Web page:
This decision is significant for cooperatives because in many cases, lawyers for tenant-shareholders dissatisfied with a Cooperative Board’s decision name the individual Board members as defendants, in addition to the Cooperative itself. Individual directors are thus placed in the position of being named as wrongdoers in litigation that may remain pending for a considerable period of time, which can cause them significant negative financial or personal consequences. The directors also often have to obtain separate counsel from the Cooperative, increasing the complexity and expense of litigation. The Appellate Division has now reaffirmed that in the absence of specific wrongdoing by a particular Board member, this litigation tactic should not be permitted.
NEW COURT PROCEDURES FOR FORECLOSURE ACTIONS DO NOT
APPLY TO CONDOMINIUMS FORECLOSING COMMON CHARGE LIENS
In the wake of the economic turmoil of recent years and the corresponding increase in the number of foreclosure actions brought in the New York State courts, the Legislature and court system have implemented a number of procedures to protect homeowners. Among other things, the court rules have been amended to require that mandatory settlement conferences must be held near the outset of most residential foreclosure actions. However, this requirement does not apply to an action brought by a condominium to foreclose on its lien for a unit owner’s unpaid common charges, according to the decision in Board of Managers of St. James Tower Condominium v. Kutler, 2012 WL 1440394, 2012 N.Y. Slip Op. 31042(U) (Sup. Ct. N.Y. Co. April 16, 2012).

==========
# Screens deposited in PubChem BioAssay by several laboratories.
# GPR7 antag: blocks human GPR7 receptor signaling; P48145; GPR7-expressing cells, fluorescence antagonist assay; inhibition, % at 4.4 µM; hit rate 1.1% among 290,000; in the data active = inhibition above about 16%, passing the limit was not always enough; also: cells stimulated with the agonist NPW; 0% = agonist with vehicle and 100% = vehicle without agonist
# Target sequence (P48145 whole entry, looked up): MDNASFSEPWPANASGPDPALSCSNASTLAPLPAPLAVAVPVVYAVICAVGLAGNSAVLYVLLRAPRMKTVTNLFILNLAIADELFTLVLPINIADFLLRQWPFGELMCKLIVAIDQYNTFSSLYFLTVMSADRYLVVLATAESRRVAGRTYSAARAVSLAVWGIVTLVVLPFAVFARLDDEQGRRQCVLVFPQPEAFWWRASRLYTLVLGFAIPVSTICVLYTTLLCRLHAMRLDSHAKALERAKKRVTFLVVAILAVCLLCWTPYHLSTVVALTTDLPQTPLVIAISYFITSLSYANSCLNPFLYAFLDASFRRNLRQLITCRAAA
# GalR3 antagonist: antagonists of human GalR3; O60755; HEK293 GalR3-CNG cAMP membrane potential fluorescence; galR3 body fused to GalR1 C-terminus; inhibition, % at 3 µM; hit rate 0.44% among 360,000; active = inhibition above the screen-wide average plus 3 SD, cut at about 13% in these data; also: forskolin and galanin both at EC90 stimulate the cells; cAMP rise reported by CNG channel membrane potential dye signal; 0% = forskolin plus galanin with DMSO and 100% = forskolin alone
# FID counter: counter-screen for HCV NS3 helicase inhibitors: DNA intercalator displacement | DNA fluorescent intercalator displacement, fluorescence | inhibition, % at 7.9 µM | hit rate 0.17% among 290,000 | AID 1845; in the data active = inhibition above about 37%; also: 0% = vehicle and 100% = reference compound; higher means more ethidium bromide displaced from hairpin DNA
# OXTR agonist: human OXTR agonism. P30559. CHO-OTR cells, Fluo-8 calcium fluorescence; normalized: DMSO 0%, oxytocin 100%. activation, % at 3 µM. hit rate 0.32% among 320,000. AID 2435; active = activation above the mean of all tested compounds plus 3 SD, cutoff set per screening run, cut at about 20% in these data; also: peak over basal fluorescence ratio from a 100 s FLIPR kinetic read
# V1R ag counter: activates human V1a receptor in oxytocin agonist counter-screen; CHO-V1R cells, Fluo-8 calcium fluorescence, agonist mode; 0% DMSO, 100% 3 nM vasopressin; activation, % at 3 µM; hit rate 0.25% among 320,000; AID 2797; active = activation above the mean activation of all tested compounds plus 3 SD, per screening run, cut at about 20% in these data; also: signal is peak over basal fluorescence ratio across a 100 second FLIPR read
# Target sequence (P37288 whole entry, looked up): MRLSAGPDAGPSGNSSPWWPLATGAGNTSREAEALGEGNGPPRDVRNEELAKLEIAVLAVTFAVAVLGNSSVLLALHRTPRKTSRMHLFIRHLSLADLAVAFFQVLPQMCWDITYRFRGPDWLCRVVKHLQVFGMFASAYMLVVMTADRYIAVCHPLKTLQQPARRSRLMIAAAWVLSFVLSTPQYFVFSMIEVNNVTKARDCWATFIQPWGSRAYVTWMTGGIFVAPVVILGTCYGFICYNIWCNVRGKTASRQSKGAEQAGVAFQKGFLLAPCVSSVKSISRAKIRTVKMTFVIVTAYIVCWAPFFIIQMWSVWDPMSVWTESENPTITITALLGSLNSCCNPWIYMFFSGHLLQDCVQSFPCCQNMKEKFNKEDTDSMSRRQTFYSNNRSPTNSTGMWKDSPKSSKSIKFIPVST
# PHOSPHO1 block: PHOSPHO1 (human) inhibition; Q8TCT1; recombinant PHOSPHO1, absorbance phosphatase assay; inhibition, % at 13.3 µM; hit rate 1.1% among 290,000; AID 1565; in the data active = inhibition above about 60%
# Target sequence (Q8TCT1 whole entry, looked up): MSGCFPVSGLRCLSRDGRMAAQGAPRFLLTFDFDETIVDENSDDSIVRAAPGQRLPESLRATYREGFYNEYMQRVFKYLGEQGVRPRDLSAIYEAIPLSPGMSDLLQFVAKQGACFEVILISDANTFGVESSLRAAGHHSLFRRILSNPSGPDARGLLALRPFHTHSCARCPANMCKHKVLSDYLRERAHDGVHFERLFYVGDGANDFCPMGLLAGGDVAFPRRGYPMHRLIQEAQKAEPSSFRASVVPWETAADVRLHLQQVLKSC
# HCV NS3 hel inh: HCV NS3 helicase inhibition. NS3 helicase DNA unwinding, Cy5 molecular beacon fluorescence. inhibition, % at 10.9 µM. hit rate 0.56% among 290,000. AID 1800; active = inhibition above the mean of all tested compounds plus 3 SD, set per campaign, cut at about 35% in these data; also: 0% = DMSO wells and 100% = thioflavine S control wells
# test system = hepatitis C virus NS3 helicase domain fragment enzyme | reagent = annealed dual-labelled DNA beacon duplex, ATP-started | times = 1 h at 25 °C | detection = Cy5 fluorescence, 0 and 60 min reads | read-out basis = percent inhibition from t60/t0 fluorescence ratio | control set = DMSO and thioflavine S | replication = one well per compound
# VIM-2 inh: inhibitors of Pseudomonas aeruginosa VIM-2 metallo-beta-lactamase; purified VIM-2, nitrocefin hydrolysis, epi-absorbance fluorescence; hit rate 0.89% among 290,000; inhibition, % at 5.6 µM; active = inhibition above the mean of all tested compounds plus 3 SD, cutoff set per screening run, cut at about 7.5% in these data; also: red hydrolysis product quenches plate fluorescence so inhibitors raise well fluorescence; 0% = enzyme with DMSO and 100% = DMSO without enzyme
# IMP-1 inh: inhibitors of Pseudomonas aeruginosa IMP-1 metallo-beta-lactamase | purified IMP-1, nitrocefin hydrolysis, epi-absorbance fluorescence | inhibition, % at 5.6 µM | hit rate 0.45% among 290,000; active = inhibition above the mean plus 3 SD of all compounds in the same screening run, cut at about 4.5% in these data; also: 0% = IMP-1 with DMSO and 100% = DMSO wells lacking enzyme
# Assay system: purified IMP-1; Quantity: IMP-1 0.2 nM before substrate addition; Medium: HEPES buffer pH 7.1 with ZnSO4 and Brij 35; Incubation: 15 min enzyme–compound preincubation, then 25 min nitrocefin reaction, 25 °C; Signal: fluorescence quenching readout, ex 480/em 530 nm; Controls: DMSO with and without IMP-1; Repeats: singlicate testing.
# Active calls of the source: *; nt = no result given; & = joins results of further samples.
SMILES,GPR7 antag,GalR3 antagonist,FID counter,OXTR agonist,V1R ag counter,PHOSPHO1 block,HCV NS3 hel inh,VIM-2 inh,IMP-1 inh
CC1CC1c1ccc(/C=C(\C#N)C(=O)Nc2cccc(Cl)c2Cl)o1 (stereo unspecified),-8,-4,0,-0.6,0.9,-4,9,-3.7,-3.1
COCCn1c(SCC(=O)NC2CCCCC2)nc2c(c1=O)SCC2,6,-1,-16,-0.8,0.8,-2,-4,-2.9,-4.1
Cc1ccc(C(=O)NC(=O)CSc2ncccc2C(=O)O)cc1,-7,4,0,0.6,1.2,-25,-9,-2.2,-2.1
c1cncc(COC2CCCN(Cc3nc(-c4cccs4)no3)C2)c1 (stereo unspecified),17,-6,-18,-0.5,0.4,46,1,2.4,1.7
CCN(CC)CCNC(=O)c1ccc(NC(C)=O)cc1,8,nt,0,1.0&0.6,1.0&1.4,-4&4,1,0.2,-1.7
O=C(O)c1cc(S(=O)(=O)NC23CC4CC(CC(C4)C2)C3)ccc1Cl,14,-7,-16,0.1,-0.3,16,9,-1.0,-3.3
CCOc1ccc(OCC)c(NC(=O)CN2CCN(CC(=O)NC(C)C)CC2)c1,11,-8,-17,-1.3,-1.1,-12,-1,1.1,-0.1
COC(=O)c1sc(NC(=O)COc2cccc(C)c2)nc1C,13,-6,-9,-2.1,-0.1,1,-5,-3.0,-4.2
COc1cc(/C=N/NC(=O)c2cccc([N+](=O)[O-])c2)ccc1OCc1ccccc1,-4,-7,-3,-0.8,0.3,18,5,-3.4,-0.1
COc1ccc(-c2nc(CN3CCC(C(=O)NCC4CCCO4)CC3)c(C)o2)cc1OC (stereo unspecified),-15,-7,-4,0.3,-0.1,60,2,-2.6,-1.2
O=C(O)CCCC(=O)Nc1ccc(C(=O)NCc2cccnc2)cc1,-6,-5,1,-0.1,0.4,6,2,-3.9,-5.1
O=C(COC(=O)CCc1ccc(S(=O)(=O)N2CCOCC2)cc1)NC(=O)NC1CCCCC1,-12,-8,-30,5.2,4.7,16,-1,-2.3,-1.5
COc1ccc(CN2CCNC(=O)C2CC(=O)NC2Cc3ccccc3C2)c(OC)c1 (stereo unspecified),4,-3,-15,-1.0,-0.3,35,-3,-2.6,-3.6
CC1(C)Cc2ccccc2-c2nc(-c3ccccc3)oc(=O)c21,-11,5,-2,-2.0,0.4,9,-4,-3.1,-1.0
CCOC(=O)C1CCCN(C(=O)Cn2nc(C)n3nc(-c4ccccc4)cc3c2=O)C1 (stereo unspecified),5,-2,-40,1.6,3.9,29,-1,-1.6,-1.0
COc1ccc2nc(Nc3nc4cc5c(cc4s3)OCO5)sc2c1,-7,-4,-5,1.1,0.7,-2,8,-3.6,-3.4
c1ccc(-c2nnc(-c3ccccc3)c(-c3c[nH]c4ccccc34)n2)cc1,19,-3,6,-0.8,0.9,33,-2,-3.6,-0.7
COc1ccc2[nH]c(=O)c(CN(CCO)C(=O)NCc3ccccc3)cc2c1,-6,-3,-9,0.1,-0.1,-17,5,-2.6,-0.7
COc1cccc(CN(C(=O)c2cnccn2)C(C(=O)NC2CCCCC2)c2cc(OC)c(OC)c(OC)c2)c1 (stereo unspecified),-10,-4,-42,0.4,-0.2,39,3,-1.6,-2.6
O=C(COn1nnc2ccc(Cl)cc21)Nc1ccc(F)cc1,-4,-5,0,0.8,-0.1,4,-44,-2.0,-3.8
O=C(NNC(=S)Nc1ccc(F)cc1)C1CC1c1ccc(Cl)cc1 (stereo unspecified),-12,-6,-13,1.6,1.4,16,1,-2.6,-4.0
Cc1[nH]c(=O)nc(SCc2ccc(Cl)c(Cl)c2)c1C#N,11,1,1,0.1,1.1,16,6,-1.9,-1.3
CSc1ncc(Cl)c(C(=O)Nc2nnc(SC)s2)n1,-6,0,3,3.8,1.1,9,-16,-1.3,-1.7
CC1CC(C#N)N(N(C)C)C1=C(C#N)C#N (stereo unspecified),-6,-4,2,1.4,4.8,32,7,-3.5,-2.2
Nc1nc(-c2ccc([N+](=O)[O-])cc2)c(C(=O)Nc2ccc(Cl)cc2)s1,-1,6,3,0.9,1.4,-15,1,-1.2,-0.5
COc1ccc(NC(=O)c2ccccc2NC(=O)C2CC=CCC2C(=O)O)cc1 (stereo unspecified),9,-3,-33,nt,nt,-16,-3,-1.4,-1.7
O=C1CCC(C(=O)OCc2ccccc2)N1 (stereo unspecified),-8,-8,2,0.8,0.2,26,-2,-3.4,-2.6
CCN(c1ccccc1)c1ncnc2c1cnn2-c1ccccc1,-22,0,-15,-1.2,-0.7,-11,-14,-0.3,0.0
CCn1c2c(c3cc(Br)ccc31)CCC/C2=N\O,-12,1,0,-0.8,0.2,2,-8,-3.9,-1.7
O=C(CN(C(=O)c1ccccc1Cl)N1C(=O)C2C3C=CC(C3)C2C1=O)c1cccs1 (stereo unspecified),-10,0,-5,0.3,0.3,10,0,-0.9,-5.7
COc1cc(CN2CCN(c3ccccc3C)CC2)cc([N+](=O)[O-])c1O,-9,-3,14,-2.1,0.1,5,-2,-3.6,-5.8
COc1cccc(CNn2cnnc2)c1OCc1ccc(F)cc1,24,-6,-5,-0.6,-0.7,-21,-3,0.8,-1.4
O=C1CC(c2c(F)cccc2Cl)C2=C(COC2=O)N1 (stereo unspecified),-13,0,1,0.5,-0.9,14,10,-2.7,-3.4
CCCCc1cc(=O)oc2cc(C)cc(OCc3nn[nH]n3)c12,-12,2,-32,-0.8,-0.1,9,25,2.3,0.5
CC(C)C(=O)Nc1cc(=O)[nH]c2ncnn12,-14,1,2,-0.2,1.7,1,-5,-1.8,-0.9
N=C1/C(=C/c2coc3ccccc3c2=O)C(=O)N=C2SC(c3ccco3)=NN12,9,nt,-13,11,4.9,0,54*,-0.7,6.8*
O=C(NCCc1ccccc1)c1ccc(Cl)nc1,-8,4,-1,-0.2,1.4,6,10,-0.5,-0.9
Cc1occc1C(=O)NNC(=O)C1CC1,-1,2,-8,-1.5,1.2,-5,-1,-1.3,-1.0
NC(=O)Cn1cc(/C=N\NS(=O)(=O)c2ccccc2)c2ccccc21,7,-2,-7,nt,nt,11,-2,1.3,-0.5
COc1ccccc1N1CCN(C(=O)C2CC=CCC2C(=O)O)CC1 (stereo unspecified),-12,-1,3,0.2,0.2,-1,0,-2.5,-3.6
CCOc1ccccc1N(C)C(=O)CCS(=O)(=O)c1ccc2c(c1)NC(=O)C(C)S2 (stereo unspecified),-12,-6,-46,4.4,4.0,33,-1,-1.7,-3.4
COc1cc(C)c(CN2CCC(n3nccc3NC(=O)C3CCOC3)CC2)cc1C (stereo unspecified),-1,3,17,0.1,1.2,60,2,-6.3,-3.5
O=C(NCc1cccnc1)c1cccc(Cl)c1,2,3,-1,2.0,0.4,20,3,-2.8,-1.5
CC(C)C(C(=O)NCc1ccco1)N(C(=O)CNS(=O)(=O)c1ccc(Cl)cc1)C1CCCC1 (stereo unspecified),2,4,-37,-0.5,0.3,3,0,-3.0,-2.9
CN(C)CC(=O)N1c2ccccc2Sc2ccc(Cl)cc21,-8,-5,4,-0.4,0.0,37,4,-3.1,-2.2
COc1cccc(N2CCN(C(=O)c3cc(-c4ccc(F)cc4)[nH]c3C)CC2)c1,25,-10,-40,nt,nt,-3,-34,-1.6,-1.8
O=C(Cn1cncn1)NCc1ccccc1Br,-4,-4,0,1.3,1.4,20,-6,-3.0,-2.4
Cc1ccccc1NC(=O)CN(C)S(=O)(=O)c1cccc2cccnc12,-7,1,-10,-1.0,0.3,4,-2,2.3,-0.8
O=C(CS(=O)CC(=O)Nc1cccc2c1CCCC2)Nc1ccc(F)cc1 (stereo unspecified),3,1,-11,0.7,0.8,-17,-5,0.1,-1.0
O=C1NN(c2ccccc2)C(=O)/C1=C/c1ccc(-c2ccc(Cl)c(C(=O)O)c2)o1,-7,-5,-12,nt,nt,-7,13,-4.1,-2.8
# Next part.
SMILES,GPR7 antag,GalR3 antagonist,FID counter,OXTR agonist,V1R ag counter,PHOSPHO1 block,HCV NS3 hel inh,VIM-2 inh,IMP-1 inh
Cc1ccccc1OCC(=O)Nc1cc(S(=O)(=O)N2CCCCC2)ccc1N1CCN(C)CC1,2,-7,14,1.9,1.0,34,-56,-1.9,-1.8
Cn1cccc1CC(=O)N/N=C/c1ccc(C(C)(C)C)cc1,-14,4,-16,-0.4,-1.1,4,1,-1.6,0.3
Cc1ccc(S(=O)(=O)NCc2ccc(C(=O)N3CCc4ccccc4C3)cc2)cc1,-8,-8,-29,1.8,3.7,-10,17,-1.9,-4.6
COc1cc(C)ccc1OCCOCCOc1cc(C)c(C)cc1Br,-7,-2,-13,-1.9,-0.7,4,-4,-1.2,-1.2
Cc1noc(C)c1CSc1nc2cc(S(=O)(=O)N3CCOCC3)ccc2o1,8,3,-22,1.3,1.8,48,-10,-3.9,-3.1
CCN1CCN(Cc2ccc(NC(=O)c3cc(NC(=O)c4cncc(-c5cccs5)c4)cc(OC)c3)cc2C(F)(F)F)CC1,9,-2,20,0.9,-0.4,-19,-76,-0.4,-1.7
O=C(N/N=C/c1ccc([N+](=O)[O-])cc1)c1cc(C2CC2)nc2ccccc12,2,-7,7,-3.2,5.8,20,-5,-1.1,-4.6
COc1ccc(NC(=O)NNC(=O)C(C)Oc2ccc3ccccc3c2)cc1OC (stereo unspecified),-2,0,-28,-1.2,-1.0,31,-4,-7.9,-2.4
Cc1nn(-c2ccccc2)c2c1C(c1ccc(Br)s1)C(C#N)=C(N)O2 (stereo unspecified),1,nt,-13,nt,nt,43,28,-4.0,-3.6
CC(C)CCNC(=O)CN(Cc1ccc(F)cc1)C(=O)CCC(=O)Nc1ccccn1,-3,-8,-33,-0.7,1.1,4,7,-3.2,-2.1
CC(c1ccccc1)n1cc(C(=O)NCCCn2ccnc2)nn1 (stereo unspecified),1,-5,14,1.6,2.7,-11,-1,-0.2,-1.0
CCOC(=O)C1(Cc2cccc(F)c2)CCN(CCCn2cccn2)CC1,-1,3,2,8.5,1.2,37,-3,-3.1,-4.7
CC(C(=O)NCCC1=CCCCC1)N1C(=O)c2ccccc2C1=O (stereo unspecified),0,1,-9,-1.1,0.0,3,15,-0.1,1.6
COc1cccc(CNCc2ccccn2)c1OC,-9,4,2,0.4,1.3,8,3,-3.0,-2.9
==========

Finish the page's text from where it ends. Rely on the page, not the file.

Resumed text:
The condominium had filed an action to foreclose on a lien for a unit owner’s nonpayment of common charges. The condominium asserted that the unit owner had refused to pay her common charges even after the condominium sent her a notice to cure and placed a lien on the unit. Initially, the unit owner failed to respond to the condominium’s complaint, leading the court to rule in favor of the condominium on default. Thereafter, the unit owner sought to set aside her default, arguing among other things that it was improper for the court to have granted foreclosure without first holding a mandatory settlement conference. The court rejected this argument, holding that the rule requiring such conferences applies only in certain actions to foreclose on loans used to purchase or finance a residence. It was undisputed that no such loan was at issue here.